Perhaps a bit dated, but incredibly timeless, hit old, still familiar chords of childhood, those innocent perceptions and fears, the secrets — and in this book there are childish secrets and understandings as to how the world works, as well as very severe secrets of Soviet defection of a scientist to Canada, and the murder of a child. There are moments of odd child abuse by a fourth grade teacher, so subtly created, written at angles and shadows and indirect imagery, sadly, frustratingly experienced by us, the helpless readers. It touched me as well, the reality of how a family works and what it was like, exactly like for this particular one, a Canadian Air Force family, moving from post to post.

The writer creates several important subplots, all somehow woven together, from the relationships within the family of four, (a French mother, prone to exasperated expression in her native tongue, the father, and Madeline and her teasing, but loving, older brother,) to the quirky, crippled girl across the street who carries a switchblade knife, with her German Shepard dog, to the many young girls who are abused in the seemingly innocent Air Force base school, never to be known about except by us.

MacDonald’s seamless, natural writing comes to us smoothly, beautifully, and it appears her words flow out, all original, not a single worn out phrase or cliché, as easily as though falling through lovely space. She was clearly meant for the purpose of expression through language as she is a master of the craft. Her form, her pacing, her lack of fear to take the readers into the depths of character, all so natural, as if the story were being copied down from tablets shown to her, miraculously. I find it a flawless book.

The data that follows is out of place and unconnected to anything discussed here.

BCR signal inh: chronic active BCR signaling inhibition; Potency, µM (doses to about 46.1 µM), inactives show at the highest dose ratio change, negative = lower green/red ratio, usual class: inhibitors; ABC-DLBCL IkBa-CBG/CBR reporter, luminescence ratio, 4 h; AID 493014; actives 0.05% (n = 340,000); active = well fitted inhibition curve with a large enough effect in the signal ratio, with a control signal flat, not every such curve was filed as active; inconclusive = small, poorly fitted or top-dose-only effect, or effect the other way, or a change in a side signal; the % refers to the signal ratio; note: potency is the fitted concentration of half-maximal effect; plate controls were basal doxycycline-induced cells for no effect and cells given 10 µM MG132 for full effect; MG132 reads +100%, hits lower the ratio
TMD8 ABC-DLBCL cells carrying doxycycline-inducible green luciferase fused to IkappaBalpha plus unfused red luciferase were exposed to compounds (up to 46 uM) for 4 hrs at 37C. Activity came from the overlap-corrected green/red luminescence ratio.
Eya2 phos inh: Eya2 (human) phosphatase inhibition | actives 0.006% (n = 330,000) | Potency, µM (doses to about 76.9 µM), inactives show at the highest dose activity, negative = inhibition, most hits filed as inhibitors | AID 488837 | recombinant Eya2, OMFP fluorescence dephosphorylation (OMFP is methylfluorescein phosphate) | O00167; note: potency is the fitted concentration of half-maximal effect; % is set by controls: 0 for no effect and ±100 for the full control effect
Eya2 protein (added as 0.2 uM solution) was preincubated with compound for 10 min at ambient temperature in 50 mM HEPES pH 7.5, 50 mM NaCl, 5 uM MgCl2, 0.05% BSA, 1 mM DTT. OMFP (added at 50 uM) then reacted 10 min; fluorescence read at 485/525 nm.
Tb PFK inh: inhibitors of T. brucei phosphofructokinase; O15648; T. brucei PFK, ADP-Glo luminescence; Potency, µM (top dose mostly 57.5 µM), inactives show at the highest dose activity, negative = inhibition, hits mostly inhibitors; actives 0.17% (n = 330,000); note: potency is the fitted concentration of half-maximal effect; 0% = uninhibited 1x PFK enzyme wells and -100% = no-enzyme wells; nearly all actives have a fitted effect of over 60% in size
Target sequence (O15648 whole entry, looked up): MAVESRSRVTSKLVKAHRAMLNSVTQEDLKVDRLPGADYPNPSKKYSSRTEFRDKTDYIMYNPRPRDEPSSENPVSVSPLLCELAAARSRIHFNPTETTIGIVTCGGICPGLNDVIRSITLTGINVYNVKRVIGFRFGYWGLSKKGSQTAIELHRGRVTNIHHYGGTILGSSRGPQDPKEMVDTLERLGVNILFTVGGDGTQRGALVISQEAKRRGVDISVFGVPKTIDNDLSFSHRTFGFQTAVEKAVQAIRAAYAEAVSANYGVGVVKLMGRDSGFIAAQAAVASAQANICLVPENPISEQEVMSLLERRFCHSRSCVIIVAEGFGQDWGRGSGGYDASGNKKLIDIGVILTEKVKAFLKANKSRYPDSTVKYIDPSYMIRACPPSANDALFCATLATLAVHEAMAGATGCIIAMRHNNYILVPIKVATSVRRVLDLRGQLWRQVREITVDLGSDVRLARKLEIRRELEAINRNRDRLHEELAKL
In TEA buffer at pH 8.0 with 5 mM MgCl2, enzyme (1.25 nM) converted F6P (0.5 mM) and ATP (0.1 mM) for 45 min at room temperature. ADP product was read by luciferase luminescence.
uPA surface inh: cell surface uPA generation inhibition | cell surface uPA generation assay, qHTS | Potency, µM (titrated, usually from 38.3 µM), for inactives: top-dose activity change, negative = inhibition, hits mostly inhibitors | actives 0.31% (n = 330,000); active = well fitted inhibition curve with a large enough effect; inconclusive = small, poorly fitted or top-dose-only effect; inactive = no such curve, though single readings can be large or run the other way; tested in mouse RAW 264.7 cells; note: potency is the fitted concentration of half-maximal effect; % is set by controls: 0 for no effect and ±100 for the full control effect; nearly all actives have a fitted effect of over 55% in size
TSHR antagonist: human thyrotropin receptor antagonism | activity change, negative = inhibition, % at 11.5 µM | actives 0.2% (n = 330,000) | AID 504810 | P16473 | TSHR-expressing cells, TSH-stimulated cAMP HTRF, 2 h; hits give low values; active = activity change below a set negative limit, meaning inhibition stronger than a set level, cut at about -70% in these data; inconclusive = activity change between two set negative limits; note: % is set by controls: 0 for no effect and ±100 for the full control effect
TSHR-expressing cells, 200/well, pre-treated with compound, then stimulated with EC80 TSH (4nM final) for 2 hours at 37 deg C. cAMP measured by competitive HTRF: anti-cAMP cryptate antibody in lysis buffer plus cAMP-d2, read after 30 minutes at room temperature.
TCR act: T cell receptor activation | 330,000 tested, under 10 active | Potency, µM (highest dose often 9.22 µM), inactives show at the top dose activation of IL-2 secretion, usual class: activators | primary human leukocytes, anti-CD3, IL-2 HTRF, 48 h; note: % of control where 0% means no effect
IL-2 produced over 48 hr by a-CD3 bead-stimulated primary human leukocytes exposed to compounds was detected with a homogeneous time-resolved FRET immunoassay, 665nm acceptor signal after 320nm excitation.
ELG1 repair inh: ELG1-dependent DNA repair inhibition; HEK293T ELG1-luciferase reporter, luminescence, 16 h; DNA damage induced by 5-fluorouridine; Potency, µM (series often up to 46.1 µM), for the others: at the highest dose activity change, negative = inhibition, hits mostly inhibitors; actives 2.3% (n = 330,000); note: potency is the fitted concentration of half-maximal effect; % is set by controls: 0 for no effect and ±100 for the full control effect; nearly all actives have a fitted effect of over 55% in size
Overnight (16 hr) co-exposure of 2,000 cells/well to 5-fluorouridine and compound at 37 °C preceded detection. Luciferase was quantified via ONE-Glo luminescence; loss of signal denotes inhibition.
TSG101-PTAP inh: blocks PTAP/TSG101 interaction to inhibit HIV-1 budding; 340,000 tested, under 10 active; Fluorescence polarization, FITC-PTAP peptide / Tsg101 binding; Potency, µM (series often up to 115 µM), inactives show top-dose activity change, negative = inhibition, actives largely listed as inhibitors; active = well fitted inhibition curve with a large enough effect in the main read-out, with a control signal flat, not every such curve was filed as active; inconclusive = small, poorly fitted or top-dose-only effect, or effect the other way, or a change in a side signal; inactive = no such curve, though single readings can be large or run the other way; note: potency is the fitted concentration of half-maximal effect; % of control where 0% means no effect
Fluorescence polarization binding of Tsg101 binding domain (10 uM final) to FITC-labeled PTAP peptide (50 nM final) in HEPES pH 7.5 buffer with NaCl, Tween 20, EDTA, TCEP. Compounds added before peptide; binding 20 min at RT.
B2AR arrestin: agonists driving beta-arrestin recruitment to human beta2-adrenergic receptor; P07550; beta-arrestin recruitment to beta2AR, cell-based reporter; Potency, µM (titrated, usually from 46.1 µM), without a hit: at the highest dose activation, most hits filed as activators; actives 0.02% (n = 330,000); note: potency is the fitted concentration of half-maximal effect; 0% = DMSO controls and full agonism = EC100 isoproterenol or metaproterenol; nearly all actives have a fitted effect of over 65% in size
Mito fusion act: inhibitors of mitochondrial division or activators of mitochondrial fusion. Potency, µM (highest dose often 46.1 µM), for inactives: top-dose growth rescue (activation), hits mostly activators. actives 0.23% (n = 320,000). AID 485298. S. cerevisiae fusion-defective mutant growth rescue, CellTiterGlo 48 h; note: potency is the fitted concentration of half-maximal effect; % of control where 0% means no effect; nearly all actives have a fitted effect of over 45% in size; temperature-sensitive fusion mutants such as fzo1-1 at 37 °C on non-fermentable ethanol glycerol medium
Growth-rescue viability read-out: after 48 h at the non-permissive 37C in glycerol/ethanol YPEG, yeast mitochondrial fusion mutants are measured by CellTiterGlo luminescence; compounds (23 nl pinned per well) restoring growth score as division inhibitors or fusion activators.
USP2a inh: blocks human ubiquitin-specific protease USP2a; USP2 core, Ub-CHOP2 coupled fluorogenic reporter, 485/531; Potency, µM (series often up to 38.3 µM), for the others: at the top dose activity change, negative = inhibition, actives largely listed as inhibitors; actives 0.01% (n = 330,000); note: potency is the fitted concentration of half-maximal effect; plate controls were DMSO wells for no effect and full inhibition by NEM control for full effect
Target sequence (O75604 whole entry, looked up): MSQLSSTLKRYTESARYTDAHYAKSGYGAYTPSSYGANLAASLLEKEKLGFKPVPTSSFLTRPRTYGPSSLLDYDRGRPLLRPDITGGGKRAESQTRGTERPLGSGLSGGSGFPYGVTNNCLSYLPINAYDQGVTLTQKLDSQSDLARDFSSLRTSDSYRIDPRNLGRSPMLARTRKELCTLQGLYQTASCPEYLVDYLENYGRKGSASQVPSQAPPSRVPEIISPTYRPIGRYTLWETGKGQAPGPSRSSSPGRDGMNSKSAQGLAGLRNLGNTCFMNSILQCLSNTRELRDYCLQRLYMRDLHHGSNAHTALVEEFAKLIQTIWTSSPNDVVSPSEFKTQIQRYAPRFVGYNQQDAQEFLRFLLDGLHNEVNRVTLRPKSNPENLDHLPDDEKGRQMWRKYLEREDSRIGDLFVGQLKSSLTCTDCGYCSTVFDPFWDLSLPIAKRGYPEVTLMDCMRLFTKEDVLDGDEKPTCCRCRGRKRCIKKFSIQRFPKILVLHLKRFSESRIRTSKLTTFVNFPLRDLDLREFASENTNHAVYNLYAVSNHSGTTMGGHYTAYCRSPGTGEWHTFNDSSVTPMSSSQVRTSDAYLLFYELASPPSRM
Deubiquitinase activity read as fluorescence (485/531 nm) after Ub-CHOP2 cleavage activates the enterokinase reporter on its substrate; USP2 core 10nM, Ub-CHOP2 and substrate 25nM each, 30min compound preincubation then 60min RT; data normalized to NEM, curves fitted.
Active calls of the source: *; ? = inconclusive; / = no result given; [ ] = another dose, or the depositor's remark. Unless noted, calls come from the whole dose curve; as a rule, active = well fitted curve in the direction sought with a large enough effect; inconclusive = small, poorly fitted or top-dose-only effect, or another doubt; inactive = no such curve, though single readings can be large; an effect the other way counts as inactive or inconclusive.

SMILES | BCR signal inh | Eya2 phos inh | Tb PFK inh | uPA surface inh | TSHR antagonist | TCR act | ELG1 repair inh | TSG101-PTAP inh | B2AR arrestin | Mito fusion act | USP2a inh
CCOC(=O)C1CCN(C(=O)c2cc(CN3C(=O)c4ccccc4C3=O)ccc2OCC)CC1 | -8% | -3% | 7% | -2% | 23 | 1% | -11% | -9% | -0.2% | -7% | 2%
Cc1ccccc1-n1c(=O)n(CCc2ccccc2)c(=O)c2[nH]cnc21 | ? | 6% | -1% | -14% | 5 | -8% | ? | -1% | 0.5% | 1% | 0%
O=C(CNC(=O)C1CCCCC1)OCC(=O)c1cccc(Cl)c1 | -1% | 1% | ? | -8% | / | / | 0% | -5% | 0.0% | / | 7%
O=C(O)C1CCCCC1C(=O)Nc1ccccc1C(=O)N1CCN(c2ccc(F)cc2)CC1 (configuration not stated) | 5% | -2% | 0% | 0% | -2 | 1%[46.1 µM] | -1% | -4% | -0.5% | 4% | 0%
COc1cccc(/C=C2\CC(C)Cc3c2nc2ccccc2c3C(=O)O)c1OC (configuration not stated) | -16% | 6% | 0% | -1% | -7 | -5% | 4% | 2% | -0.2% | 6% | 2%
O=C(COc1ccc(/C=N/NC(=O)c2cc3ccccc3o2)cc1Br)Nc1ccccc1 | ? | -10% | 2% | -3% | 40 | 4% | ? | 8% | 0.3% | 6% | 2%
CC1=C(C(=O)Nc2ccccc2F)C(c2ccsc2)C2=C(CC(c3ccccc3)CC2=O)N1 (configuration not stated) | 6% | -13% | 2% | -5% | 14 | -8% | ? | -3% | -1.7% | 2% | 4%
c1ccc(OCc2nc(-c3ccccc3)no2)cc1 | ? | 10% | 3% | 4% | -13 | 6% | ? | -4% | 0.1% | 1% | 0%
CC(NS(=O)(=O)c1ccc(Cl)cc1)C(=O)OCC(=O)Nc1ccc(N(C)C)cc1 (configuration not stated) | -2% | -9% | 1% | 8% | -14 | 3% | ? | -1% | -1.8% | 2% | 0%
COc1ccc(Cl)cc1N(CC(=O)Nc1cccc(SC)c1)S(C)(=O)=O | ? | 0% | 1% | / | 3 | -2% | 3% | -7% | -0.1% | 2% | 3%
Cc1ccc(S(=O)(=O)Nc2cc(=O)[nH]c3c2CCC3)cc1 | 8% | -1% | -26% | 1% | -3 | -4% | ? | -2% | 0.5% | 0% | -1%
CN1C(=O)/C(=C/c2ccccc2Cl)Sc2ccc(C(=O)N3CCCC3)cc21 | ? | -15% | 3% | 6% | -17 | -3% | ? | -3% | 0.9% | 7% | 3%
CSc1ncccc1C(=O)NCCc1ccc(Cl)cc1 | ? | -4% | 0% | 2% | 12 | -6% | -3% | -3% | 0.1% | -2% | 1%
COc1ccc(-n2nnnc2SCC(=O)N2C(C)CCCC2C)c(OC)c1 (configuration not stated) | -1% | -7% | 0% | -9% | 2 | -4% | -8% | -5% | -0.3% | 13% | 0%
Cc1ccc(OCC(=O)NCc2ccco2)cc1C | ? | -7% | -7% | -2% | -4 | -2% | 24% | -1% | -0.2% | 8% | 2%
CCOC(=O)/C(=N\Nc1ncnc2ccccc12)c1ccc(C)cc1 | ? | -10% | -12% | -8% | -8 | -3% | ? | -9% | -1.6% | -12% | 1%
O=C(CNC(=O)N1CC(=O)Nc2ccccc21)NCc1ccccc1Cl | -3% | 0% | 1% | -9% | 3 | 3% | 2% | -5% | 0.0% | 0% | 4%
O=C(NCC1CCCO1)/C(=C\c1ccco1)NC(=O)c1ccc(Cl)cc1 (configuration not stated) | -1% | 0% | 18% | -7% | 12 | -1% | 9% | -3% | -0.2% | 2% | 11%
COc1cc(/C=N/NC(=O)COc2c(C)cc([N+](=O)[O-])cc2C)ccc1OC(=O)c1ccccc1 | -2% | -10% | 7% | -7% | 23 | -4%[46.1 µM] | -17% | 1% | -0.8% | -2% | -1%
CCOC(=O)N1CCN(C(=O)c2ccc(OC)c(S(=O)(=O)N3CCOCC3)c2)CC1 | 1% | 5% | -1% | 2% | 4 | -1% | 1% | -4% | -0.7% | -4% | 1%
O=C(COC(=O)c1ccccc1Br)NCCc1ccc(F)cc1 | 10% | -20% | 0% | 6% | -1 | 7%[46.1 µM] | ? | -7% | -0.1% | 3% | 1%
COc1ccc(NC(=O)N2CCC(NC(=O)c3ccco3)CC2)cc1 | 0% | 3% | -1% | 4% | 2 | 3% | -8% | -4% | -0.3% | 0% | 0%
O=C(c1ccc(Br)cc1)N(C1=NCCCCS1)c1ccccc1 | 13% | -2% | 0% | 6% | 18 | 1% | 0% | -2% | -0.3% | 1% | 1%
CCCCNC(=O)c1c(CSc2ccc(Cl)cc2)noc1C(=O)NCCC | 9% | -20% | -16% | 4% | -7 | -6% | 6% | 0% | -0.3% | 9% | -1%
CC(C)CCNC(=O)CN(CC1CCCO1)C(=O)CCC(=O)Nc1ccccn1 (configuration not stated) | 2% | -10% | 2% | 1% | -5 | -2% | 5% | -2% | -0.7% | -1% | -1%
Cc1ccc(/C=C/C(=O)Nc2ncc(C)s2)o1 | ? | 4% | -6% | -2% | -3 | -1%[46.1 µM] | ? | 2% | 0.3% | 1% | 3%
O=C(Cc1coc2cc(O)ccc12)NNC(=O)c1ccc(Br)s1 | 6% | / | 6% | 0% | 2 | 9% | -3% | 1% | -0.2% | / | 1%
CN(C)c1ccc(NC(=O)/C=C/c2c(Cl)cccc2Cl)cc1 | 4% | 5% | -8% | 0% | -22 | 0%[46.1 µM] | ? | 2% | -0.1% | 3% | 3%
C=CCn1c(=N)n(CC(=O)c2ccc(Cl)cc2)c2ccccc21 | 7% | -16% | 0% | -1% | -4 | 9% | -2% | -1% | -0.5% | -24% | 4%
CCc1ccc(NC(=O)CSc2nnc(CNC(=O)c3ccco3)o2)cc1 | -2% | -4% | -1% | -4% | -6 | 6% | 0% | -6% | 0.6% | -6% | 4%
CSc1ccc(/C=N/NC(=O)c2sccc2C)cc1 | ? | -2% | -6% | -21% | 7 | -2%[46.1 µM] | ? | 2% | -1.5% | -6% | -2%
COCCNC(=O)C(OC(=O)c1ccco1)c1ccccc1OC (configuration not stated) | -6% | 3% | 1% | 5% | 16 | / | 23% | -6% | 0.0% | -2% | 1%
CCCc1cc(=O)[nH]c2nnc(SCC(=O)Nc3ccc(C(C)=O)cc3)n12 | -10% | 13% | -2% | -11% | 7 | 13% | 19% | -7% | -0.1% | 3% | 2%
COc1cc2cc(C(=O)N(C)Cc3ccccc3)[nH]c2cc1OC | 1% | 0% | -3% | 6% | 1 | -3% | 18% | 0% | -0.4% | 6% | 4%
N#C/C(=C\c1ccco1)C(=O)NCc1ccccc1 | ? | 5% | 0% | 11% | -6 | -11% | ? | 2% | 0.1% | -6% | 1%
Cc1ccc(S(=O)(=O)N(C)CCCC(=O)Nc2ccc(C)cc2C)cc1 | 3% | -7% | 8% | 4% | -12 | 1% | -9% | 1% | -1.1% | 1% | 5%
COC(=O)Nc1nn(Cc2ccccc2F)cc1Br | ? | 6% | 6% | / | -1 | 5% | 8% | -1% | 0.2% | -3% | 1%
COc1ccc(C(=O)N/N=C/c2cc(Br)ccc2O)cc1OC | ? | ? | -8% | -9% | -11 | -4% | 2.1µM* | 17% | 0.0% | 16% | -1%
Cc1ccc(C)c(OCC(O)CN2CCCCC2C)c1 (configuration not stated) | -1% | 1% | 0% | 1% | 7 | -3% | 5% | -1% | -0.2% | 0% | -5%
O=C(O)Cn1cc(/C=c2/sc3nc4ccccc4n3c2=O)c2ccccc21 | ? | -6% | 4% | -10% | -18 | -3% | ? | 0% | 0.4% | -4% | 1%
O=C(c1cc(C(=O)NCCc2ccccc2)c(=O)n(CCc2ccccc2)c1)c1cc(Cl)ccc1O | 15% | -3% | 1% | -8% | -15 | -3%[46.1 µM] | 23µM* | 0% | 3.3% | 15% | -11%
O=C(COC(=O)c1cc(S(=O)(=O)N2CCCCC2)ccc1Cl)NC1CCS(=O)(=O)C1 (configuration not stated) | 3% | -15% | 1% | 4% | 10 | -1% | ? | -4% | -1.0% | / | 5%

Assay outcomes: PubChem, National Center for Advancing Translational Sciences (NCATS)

The story line concerns a Canadian Air Force officer and his family as they move location to location, most recently from Europe to a small post in Canada. It’s peacetime, 1962 and most of the novel is seen and felt deeply by eight year old Madeline, and at times by her father, a good man, Jack McCarthy. Through one impossibly timed perception connects himself with his daughter through a terrible secret that they keep, without ever literally sharing it, the murder of a little girl….and who may have done it. The best part of Anne-Marie’s writing is the intimate understanding and real experience of the characters, especially the girl and her father. We experience her thinking, her fears, her views, her growing up, her confusion, her joys, her pains, her everything. We get to know her possibly far more than we could a real person.

And that’s the thing: we, in short, love these characters. I found myself missing them while away and have rarely regretted putting a novel away. The title itself, obscure at first, by the end takes on an amazing, uniquely startling perception of and in itself. The novel is a 738 page delight. I wish it’d been 1738 pages.
Ann-Marie MacDonald is a Canadian, playwright, novelist, actor, and broadcast journalist who lives in Toronto, Ontario The daughter of a member of Canada’s military, this novel seems likely to be familiar territory for her. MacDonald won the Commonwealth Prize for her first novel, Fall on Your Knees which was also named to Oprah Winfrey’s Book Club.

Books Review: “The Way The Crow Flies”, by Ann Marie MacDonald